…if you feel your dreams slipping in the riptide and undercurrents of global-market turmoil–lunge after them, grab them, and hug them fiercely to your beating chest. To allow them to slip away would be to accept diminishment. – Captain Fatty Goodlander
Back in 1999, fresh out of college and working my first job, I came across Robert Doty’s website Sleeping With Oars. I excitedly told Tig about this crazy subculture that lives and sleeps on sailboats. He drank the Kool-aid and became even more enamored with the idea than me. Over the next couple of years we went to a boat show and took sailing lessons at the local sailing club.
Eventually, the dream petered out as we didn’t know any liveaboards or sailboat owners to help guide us through what seemed to be an insurmountable task.
Fast forward to this past November. Our neighbors have sold their house and bought a boat to go cruising. We followed Nassim Nicholas Taleb’s advice to go to parties and ended up at a local marina gathering. The dream has been revived.
We don’t want to wait until we’re 65 to get the guts to do something different than “the plan.” You know, The Plan: go to college, get married, buy a house, have two kids (we’ve done all of that with no regrets), buy bigger house, bigger car, accumulate lots of stuff, retire someday, and then you can live your dreams before you die…hopefully. It’s the second part that I wish to avoid.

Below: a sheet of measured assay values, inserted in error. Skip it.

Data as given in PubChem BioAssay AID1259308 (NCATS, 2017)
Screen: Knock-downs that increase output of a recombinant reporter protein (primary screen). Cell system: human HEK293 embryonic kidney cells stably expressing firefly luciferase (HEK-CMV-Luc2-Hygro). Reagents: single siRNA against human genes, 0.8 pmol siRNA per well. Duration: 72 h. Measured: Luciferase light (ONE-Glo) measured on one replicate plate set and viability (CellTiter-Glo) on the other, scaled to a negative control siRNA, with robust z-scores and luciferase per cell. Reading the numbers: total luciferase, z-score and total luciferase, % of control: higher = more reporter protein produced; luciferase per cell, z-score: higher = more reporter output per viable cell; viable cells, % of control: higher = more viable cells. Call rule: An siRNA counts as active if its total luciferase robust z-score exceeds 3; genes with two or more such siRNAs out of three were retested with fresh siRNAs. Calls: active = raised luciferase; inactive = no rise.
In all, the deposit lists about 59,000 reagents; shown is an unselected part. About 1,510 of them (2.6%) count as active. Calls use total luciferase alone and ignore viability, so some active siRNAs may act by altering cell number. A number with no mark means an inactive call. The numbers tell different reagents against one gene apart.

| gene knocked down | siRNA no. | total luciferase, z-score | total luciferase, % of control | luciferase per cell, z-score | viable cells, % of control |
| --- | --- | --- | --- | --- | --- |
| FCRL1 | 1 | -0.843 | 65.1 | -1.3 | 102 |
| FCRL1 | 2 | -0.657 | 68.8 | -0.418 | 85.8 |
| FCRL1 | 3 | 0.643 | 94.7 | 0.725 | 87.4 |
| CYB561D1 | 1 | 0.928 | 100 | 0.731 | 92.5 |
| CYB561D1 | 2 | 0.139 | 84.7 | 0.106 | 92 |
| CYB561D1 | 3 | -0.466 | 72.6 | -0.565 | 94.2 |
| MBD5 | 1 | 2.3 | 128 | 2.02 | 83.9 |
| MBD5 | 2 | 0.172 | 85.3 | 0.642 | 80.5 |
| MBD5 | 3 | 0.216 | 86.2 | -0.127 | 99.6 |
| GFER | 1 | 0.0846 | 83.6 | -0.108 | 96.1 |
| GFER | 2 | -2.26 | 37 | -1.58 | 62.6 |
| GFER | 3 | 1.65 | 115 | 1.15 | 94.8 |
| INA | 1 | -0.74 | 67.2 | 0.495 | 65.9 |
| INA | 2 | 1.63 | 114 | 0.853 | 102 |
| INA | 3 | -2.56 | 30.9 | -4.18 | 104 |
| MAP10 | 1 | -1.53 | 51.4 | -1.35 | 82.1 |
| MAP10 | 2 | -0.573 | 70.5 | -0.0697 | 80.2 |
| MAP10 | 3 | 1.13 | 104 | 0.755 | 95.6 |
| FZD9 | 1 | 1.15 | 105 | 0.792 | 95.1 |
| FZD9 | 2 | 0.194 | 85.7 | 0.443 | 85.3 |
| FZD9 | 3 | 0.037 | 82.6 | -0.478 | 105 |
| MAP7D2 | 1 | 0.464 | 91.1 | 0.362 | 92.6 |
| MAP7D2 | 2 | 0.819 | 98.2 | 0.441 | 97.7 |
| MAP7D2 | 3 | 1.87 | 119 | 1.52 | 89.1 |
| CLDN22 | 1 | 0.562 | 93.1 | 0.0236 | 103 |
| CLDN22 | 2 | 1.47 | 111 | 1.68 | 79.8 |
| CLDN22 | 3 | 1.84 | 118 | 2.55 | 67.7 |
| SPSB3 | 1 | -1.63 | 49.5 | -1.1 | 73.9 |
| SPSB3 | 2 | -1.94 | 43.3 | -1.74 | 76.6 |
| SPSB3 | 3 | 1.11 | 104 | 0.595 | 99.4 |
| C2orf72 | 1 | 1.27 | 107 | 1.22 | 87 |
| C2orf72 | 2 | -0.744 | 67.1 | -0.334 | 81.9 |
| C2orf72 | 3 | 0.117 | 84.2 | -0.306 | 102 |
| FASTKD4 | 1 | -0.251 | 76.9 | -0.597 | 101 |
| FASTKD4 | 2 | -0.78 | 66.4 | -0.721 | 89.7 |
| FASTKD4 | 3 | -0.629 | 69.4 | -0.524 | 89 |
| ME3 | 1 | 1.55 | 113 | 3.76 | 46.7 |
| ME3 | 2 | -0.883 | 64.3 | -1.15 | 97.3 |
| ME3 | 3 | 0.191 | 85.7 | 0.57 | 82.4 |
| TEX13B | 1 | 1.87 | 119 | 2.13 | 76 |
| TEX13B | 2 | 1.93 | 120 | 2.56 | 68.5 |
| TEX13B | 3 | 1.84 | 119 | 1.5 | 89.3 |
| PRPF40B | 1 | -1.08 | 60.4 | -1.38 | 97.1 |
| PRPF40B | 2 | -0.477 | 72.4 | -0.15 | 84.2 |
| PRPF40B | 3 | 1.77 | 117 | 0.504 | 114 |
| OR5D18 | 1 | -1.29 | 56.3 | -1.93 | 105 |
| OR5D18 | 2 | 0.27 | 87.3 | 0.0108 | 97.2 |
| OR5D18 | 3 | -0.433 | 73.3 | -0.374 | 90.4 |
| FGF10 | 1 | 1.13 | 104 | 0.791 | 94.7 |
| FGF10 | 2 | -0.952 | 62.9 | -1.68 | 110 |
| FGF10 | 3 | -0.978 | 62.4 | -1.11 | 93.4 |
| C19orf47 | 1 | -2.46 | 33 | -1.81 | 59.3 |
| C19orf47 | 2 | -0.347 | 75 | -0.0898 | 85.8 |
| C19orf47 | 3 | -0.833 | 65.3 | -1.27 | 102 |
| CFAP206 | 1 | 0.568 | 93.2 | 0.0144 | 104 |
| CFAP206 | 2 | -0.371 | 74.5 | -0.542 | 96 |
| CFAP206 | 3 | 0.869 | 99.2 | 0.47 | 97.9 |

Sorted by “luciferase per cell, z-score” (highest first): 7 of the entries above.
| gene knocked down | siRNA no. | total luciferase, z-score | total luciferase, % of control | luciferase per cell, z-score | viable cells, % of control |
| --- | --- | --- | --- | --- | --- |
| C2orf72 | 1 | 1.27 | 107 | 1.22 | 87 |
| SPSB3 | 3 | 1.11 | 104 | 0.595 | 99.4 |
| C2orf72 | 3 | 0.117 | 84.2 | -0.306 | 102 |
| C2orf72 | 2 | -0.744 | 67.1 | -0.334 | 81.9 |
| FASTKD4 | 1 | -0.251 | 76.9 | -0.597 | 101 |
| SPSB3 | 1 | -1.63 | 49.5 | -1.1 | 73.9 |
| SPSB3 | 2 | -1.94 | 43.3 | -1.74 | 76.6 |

I’ve always been fascinated by tiny homes, small space living, little Airstream camper vans and sailboats. Living and working on a sailboat together will be hard work. We expect it to be. But hopefully, it will also be a fun and worthwhile adventure.
Maybe this crazy idea won’t pan out. Maybe we’ll try it and conclude that boat life isn’t suited for us, that we would prefer to live in a little seaside cottage or a farmhouse instead. It doesn’t matter. As long as we don’t stop dreaming. Some people want to travel the world, others want to go back to the land and live off the grid. I just want to hold on to my spirit. And my kids.
And now, a confession. We haven’t told many people about our plans. We don’t want to subject ourselves to critics or naysayers yet, not until we have a boat in our hands. Even well-meaning friends and family often have a vested interest in keeping us on The Plan.
What are you doing to protect your dreams?